!= : !=

<= : >

>= : <

test statistics

for proportion

z = (p̂ – p) / sqrt((p*q) / n)

for mean

t = xbar – μ / (s / sqrt(n))

significant level (α)

probability that test statistic will fall in critical region when null hypothesis is true

Posted in Math 1530 Notes
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This all occurs in a normal distribution.

Confidence Level

7-2

To find proportion…

binomial- of the sample, there are either successes or not successes (whatever attribute a success may be such as boy, girl, heads, tails, Economics Major, etc.)

sample size: n

number of successes: x

point estimate: p^ = x/n

Z(α/2) = z-score of the two tails

margin of error: E = Z(α/2) * sqrt((p^ * q^) / n)

interval estimate: p^ +/- E

7-4

To find range in which population mean is likely to be…

population standard deviation: σ (of sample = σ / sqrt(n))

population mean: μ

sample mean, point estimate: xbar

sample size: n

sample standard deviation: s

t(α/2) = t-value of two-tailed distribution found under (1 – confidence level) on table A-3

degree of freedom: df = n – 1

Margin of Error: E = t(α/2) * s/sqrt(n)

interval estimate: xbar +/- E

has different shape with different degree of freedom

Posted in Math 1530 Notes
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This is how to swap two variables without introducing a third variable.

**a=a+b; **

** b=a-b; **

** a=a-b;**

e.g.

given a = 2 and b = 3

a = 2 + 3 (i.e. a = a + b)

(a = 5)

b = 5 – 3 (i.e. b = a – b)

(b = 2)

a = 5 – 2 (i.e. a = a – b)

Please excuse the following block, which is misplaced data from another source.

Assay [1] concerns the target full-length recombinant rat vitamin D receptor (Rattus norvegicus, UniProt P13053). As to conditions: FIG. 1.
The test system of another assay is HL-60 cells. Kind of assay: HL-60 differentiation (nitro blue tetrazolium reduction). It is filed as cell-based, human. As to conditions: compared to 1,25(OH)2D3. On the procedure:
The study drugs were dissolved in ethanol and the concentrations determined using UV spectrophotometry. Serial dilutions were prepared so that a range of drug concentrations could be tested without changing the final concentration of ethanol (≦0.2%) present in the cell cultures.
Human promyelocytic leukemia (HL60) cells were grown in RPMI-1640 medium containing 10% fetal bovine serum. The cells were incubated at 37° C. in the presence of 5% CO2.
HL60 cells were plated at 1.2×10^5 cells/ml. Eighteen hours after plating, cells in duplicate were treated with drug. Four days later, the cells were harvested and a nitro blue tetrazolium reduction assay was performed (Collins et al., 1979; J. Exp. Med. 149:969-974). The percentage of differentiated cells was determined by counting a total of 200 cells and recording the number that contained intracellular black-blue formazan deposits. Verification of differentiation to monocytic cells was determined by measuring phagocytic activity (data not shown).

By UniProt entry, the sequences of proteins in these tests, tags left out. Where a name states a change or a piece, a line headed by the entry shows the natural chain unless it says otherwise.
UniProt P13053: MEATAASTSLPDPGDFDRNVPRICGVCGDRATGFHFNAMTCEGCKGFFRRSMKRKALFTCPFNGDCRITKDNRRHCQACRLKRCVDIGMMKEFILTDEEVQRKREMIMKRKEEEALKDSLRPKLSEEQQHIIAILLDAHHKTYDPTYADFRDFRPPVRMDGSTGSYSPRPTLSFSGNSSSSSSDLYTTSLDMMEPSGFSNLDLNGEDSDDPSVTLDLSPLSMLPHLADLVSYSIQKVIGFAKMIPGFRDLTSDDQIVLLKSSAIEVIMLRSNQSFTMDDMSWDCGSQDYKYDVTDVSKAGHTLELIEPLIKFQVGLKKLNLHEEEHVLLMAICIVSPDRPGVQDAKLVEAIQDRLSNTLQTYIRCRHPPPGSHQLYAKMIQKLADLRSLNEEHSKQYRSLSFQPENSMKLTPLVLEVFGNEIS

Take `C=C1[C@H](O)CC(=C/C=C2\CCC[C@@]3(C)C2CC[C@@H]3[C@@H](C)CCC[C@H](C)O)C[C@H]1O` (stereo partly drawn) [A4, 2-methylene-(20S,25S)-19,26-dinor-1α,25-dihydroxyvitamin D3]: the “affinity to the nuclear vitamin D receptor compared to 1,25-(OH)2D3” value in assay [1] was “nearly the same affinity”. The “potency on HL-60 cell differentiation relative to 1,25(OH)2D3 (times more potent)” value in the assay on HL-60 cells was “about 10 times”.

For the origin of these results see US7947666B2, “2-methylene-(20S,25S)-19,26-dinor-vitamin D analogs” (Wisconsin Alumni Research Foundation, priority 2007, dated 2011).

(a = 3)

Now a, which was originally 2, is now 3. Likewise, b, originally 3, is now 2.

Posted in Programming General
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March 1, 2012

For a Normal Distribution,

- your total area is 1, and probability can be found of a given value (x) by finding the accumulative area up to x on the x-axis
- if your mean is not 0 and your standard deviation is not 1,
- your z-score is not x
- to find z-score, subtract the mean (μ) from your given value on the x-axis (x) and divide the difference by the standard deviation (σ).

tl;dr

when μ != 0 && σ != 1,

z-score = x – μ / σ

Posted in Math 1530 Notes
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Don’t forget: if you use an abstract class, all the abstract methods must be implemented in the subclass.

Posted in CSIT 1520 Notes
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February 28, 2012

Density Curve

graph of continuous probability distribution

- total area under curve = 1
- every point on the curve must have vertical weight that is 0 or greater

i.e. cannot fall below the x-axis

Because total area under curve = 1, there is correspondence between probability and area

Standard Normal Distribution

normal probability distribution with mean of 0 and standard deviation of 1

*z-score*

distance along horizontal scale of the standard normal distribution

*area*

region under the curve

total area = 1

to find area of region under the curve delineated by z-score, check the table

each z-score has an associated area in a standard normal distribution

Posted in Math 1530 Notes